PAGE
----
Judges issue restraining orders to protect victims of violence and abuse from further harm. In Delaware, restraining orders are called Orders of Protection from Abuse -- civil orders providing protection from domestic violence. Delaware's definition of domestic violence includes actually or trying to cause actual physical injury or sexual offenses, harming your property, trespassing, child abuse, kidnapping, fear or emotional distress, and "any other conduct a reasonable person would find threatening or harmful" when one of these offenses is committed by a family member or someone living in your home.
Go to the court in the Delaware county where you live and file a petition for an Order for Protection From Abuse. You can ask the court clerk for the appropriate forms or find them online on the Delaware State Courts website. This form requires information such as your relationship to the abuser; a description of the "acts of abuse;" a description of the terms requested (such as no contact, repayment of legal fees and a description of aggravating factors, such as a history of violating protective orders). You will also need to give your contact information and the alleged abuser's. Give the paperwork to the clerk.
Appear before a Commissioner of the Court in an ex parte hearing. At this hearing, which is usually held immediately after you file the petition (unless you file late in the day or in a particularly busy court), you will be able to present your case to the Commissioner. After hearing you describe your situation, he will decide whether to grant you an Emergency Order. If he does, the Emergency Order will protect you until a full hearing can be held. Either way, a full hearing will be scheduled, at which the alleged abuser will also have the opportunity to present his case, within about 10 days.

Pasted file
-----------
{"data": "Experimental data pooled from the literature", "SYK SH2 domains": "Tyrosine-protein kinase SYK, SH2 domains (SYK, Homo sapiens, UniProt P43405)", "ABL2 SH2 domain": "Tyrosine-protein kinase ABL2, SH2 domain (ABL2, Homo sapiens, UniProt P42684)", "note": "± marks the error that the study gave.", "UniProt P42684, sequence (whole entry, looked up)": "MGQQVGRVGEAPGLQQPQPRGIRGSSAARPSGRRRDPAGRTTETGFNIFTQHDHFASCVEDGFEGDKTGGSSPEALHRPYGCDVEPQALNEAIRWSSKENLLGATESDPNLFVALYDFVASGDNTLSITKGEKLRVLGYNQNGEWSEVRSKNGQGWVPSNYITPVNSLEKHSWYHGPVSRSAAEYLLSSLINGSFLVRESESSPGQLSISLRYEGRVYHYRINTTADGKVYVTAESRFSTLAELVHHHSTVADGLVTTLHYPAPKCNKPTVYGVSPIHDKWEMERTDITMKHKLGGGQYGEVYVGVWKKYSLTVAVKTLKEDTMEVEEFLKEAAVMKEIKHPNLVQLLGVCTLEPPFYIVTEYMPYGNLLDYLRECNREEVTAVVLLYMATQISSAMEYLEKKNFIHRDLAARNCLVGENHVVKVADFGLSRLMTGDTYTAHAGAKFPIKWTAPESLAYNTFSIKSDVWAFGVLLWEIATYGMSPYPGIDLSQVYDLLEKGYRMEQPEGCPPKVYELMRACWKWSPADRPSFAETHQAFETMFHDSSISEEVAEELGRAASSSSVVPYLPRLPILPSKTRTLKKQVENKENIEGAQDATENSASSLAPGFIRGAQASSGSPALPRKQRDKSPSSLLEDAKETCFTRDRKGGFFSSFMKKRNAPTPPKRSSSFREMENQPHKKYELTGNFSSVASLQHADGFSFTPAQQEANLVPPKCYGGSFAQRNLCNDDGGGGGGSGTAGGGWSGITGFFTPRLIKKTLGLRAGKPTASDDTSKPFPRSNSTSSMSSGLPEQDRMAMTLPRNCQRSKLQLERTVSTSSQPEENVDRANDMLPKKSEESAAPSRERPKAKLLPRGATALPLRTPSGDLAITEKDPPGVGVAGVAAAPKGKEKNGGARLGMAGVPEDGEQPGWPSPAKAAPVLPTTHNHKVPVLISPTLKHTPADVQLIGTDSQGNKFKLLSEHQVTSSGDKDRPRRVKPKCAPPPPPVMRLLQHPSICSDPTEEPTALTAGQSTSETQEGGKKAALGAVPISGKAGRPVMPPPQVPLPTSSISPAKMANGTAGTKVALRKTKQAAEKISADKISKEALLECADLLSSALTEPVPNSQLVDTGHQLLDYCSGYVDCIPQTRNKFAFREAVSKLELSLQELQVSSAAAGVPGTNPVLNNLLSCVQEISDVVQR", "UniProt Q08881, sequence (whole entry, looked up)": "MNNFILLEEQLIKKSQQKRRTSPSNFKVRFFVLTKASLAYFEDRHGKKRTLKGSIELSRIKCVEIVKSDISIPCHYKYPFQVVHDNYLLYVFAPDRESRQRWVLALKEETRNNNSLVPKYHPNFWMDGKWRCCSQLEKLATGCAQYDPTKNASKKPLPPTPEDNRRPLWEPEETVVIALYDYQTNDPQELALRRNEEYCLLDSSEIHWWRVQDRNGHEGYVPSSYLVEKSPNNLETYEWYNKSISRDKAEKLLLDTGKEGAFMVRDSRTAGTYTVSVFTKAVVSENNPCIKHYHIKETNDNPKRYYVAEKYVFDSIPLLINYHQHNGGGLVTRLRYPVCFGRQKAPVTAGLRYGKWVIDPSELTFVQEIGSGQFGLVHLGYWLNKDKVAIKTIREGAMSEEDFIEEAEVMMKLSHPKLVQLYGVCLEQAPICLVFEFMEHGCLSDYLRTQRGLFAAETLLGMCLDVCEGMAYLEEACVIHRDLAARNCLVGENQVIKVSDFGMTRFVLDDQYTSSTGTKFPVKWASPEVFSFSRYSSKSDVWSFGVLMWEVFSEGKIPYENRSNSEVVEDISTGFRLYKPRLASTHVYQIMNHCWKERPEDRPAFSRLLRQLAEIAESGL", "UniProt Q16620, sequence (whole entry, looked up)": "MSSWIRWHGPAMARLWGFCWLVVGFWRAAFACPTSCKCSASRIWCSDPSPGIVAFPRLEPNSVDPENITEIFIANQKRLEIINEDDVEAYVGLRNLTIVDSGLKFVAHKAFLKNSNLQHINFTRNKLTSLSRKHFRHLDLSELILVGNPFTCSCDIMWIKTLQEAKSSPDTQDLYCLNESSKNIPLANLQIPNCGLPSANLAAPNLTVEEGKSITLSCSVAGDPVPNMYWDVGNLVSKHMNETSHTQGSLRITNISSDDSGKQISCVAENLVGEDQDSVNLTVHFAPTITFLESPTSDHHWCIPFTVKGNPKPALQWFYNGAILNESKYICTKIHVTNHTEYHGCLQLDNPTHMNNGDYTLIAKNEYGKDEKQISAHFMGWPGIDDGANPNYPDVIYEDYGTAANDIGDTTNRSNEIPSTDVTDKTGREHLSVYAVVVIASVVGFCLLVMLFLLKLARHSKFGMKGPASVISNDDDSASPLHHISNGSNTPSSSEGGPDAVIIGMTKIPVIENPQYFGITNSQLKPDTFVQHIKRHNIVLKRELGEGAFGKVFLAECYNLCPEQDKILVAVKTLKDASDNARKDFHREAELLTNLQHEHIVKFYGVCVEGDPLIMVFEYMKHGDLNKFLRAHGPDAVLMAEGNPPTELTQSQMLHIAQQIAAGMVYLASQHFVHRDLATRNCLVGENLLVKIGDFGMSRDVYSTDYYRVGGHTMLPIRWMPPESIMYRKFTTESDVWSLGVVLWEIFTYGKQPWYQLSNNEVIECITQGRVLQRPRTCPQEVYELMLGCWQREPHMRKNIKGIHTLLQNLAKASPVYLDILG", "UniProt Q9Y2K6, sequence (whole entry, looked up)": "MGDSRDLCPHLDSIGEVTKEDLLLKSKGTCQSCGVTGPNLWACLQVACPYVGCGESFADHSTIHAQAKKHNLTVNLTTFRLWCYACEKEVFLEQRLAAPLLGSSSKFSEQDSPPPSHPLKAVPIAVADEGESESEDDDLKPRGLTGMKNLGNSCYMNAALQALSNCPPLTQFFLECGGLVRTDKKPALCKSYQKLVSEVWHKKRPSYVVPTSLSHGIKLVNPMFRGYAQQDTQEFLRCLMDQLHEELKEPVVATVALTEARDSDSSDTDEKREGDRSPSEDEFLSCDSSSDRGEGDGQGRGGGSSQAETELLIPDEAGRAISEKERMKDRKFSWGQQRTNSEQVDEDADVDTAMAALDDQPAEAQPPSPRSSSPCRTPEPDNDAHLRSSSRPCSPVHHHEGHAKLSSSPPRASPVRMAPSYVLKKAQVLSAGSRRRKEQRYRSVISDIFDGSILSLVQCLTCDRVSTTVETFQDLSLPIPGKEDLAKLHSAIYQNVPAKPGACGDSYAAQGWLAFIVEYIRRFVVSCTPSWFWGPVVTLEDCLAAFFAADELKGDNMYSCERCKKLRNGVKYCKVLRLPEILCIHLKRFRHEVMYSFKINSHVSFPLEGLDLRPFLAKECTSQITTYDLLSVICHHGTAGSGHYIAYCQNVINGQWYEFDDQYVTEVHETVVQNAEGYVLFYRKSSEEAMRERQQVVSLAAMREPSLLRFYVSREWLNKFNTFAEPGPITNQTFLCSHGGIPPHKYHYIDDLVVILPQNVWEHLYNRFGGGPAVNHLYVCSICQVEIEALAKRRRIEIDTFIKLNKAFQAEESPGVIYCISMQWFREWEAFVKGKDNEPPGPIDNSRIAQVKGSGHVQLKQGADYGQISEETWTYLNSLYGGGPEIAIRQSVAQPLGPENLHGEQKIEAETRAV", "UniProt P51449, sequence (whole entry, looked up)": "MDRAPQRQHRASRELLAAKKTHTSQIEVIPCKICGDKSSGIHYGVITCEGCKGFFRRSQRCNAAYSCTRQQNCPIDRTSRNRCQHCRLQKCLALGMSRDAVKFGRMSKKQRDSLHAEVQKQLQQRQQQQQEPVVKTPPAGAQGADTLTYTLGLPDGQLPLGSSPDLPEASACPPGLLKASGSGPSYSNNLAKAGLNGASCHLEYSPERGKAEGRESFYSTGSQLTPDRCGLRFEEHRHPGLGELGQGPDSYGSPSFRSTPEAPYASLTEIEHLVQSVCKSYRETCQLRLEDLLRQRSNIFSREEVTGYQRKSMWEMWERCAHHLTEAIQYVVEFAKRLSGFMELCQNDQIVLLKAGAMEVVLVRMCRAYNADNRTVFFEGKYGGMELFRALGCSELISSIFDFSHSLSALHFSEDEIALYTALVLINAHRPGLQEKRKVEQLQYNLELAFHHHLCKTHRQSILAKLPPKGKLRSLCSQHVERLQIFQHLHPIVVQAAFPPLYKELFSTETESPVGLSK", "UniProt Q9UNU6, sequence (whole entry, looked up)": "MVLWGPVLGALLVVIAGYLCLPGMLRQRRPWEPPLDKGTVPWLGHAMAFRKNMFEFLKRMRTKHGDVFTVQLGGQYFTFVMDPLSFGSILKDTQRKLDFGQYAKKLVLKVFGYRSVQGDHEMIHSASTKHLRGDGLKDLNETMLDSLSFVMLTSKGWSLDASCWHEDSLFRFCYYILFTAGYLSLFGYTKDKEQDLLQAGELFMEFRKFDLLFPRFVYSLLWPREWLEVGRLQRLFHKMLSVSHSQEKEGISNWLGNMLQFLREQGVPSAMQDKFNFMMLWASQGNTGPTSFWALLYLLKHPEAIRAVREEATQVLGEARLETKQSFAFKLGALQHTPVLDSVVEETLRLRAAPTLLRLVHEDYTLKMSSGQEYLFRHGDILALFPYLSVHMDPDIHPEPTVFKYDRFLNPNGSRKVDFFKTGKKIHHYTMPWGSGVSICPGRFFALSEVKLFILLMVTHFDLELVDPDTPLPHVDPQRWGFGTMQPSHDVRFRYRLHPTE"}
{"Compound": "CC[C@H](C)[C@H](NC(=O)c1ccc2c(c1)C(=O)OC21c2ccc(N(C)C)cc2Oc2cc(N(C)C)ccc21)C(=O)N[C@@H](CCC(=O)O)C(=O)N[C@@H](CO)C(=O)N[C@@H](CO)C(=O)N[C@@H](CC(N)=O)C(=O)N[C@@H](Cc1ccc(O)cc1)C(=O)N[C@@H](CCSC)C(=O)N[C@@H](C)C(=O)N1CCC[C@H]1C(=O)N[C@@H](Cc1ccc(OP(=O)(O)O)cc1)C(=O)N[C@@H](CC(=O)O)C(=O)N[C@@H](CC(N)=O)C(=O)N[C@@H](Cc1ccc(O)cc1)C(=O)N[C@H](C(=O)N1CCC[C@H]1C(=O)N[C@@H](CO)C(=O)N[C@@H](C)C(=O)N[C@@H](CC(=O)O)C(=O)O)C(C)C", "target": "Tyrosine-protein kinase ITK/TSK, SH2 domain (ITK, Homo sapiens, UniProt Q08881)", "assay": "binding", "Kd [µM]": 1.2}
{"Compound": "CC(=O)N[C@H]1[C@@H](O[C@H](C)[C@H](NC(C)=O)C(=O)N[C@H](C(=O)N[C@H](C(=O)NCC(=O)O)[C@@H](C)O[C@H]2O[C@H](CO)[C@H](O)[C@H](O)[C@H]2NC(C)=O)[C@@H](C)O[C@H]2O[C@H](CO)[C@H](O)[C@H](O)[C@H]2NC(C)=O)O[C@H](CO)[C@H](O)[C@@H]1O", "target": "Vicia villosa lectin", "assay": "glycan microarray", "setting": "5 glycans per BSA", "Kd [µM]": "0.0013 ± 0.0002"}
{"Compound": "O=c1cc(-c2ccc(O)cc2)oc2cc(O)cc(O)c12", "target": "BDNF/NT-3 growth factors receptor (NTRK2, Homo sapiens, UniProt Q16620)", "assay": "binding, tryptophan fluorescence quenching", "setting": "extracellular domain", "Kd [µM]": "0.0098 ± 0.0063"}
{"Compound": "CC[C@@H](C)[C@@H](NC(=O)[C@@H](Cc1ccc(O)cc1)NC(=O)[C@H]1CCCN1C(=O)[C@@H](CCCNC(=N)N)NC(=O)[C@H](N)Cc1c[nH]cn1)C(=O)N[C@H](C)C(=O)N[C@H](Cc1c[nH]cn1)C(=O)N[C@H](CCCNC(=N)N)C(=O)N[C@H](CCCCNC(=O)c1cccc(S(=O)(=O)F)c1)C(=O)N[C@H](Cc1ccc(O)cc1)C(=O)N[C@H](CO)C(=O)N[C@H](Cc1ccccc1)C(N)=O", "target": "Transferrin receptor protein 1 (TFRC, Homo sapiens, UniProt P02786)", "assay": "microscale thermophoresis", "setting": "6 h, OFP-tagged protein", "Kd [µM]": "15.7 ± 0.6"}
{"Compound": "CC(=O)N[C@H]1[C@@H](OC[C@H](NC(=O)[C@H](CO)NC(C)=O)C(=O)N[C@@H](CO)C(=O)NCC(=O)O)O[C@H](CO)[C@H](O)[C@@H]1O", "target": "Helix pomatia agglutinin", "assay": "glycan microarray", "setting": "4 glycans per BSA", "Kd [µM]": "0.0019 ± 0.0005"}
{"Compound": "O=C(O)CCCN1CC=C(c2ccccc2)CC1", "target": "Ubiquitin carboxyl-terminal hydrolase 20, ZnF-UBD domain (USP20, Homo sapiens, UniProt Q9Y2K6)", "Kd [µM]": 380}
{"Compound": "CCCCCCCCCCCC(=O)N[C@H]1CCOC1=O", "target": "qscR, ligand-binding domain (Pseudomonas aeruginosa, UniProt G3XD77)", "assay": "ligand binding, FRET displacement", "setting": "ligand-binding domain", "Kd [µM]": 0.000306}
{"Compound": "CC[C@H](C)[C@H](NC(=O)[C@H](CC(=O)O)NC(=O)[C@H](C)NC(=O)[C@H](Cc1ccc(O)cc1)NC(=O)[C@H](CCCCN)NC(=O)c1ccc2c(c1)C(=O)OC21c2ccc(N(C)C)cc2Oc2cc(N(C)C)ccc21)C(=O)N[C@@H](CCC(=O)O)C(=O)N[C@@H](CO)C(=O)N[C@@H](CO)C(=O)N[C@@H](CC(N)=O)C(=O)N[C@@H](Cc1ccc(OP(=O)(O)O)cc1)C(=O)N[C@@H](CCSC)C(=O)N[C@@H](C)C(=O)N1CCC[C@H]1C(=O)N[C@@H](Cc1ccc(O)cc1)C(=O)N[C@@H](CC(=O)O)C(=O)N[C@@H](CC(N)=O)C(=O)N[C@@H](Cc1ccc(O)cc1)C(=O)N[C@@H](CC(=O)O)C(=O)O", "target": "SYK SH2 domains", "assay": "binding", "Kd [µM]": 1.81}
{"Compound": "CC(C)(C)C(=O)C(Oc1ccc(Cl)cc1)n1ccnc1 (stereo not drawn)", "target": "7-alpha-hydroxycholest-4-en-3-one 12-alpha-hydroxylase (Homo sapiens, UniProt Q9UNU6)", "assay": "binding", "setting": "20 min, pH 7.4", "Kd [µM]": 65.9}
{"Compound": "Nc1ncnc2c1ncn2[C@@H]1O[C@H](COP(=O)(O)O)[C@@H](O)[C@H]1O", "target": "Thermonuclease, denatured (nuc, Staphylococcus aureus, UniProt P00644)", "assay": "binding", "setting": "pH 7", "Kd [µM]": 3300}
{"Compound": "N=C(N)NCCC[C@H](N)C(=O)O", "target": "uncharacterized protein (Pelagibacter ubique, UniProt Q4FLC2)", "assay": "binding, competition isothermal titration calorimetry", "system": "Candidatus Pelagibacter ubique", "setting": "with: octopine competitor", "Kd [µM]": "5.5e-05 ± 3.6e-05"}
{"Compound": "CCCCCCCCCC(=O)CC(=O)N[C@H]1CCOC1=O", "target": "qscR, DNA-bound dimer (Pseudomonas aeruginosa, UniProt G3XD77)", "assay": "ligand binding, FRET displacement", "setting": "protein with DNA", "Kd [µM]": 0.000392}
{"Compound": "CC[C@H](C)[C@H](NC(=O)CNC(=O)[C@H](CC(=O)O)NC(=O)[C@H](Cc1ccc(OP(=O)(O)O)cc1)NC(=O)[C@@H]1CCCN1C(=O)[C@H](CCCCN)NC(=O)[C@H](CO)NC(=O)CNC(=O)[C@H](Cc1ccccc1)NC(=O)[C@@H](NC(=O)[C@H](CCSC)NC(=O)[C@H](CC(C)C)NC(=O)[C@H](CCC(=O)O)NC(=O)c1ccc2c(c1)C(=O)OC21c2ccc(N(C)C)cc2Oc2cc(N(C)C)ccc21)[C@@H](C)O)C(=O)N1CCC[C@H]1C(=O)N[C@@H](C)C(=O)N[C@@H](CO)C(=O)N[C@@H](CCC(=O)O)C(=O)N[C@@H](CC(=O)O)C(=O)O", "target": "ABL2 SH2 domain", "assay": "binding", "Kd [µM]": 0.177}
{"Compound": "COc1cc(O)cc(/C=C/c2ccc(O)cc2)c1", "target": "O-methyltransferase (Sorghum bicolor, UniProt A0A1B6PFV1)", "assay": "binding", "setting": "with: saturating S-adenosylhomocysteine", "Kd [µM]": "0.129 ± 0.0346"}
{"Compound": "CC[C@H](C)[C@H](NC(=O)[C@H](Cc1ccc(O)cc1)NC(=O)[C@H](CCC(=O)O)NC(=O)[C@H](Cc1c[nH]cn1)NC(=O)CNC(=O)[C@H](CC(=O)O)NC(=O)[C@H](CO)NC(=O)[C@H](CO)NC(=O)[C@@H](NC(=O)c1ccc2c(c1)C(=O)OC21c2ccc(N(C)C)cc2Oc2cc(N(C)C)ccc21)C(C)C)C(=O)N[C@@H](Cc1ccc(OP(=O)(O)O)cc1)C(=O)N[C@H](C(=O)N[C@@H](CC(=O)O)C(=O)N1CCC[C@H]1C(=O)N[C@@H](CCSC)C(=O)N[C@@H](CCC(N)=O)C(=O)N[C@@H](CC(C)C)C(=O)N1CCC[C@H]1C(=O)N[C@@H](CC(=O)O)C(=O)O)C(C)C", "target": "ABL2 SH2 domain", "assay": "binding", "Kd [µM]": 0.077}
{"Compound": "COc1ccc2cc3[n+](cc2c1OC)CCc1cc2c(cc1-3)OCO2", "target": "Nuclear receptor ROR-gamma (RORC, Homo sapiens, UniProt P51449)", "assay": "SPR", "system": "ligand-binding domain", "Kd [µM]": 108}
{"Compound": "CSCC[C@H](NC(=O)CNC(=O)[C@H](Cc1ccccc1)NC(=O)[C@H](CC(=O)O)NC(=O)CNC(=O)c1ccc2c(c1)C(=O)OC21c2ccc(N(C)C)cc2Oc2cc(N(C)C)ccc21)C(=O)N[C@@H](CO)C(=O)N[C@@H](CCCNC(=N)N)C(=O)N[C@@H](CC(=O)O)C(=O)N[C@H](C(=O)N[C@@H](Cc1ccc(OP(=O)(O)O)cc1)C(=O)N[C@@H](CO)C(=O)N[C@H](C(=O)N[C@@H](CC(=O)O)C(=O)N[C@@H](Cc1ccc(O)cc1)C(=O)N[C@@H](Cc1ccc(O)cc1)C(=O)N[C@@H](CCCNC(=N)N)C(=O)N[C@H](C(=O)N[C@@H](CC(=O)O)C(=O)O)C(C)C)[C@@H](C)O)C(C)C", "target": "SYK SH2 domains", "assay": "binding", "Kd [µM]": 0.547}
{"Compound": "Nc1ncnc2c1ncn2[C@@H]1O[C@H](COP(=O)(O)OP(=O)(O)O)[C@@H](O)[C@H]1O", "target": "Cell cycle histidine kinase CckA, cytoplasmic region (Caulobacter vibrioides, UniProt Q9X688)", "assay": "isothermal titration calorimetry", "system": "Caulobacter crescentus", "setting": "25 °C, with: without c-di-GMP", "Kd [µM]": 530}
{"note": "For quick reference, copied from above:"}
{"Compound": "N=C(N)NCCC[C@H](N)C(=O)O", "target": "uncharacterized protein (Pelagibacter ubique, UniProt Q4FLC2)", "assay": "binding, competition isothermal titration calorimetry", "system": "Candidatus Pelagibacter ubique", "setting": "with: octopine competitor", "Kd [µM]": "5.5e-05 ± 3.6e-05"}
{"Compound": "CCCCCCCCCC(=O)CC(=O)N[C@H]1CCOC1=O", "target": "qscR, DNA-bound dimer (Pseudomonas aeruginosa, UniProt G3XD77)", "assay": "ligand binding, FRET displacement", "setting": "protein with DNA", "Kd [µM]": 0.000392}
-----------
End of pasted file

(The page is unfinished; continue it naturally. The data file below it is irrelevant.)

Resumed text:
Prepare to present your case in court. Professional legal assistance can be helpful, particularly if you have children or are trying to get sole rights to a shared home. Gather any evidence that may help you demonstrate to the judge that you are in need of protection: police or medical records, witness testimony, photographs of injuries or damaged property, or any written communication between you and the alleged abuser.
Appear in court at the hearing. If you fail to appear, your case may be dismissed. Also, your emergency order, if you have one, will expire and you will be left without protection. The alleged abuser will also be there; if not, you may be automatically granted the restraining order.
The judge will listen to both sides of the story, and then decide whether to grant you a Long-term Order of Protection from Abuse. In Delaware, these protection orders will last for up to a year; they can also be extended for an extra six months, but only after another hearing is held.
Protection orders can only changed or dismissed by the court. The parties involved cannot decide on their own that they don't need the protection order in place any more.
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